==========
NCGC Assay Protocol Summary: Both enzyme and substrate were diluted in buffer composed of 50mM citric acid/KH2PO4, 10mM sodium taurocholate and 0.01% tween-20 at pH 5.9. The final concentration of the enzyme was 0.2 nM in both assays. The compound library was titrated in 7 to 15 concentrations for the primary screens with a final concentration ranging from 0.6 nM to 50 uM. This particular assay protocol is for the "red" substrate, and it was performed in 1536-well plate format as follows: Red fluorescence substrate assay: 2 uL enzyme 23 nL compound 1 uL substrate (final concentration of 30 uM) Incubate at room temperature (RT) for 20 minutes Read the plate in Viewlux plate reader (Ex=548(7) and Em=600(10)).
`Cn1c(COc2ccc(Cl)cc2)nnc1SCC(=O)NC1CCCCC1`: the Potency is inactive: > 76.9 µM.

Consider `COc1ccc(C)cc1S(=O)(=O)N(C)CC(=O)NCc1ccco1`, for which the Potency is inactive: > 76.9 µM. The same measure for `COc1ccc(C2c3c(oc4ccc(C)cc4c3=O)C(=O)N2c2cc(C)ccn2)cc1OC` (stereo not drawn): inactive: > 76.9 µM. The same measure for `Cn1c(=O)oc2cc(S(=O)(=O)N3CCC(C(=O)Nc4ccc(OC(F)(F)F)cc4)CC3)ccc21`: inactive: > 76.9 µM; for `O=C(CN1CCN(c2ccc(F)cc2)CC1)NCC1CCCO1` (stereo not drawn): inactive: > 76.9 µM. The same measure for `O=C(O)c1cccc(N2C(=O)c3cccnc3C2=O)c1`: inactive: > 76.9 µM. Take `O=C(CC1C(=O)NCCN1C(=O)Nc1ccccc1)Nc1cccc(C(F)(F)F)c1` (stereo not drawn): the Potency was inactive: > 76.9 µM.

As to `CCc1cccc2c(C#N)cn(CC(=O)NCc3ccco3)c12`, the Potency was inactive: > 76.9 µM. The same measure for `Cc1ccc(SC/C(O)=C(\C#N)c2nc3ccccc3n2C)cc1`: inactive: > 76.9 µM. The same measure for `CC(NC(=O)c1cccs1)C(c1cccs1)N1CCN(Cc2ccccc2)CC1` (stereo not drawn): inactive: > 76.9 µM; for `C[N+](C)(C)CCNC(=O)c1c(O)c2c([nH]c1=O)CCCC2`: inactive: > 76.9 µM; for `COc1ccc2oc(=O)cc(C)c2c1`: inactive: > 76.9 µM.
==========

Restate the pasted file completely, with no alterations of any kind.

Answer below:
NCGC Assay Protocol Summary: Both enzyme and substrate were diluted in buffer composed of 50mM citric acid/KH2PO4, 10mM sodium taurocholate and 0.01% tween-20 at pH 5.9. The final concentration of the enzyme was 0.2 nM in both assays. The compound library was titrated in 7 to 15 concentrations for the primary screens with a final concentration ranging from 0.6 nM to 50 uM. This particular assay protocol is for the "red" substrate, and it was performed in 1536-well plate format as follows: Red fluorescence substrate assay: 2 uL enzyme 23 nL compound 1 uL substrate (final concentration of 30 uM) Incubate at room temperature (RT) for 20 minutes Read the plate in Viewlux plate reader (Ex=548(7) and Em=600(10)).
`Cn1c(COc2ccc(Cl)cc2)nnc1SCC(=O)NC1CCCCC1`: the Potency is inactive: > 76.9 µM.

Consider `COc1ccc(C)cc1S(=O)(=O)N(C)CC(=O)NCc1ccco1`, for which the Potency is inactive: > 76.9 µM. The same measure for `COc1ccc(C2c3c(oc4ccc(C)cc4c3=O)C(=O)N2c2cc(C)ccn2)cc1OC` (stereo not drawn): inactive: > 76.9 µM. The same measure for `Cn1c(=O)oc2cc(S(=O)(=O)N3CCC(C(=O)Nc4ccc(OC(F)(F)F)cc4)CC3)ccc21`: inactive: > 76.9 µM; for `O=C(CN1CCN(c2ccc(F)cc2)CC1)NCC1CCCO1` (stereo not drawn): inactive: > 76.9 µM. The same measure for `O=C(O)c1cccc(N2C(=O)c3cccnc3C2=O)c1`: inactive: > 76.9 µM. Take `O=C(CC1C(=O)NCCN1C(=O)Nc1ccccc1)Nc1cccc(C(F)(F)F)c1` (stereo not drawn): the Potency was inactive: > 76.9 µM.

As to `CCc1cccc2c(C#N)cn(CC(=O)NCc3ccco3)c12`, the Potency was inactive: > 76.9 µM. The same measure for `Cc1ccc(SC/C(O)=C(\C#N)c2nc3ccccc3n2C)cc1`: inactive: > 76.9 µM. The same measure for `CC(NC(=O)c1cccs1)C(c1cccs1)N1CCN(Cc2ccccc2)CC1` (stereo not drawn): inactive: > 76.9 µM; for `C[N+](C)(C)CCNC(=O)c1c(O)c2c([nH]c1=O)CCCC2`: inactive: > 76.9 µM; for `COc1ccc2oc(=O)cc(C)c2c1`: inactive: > 76.9 µM.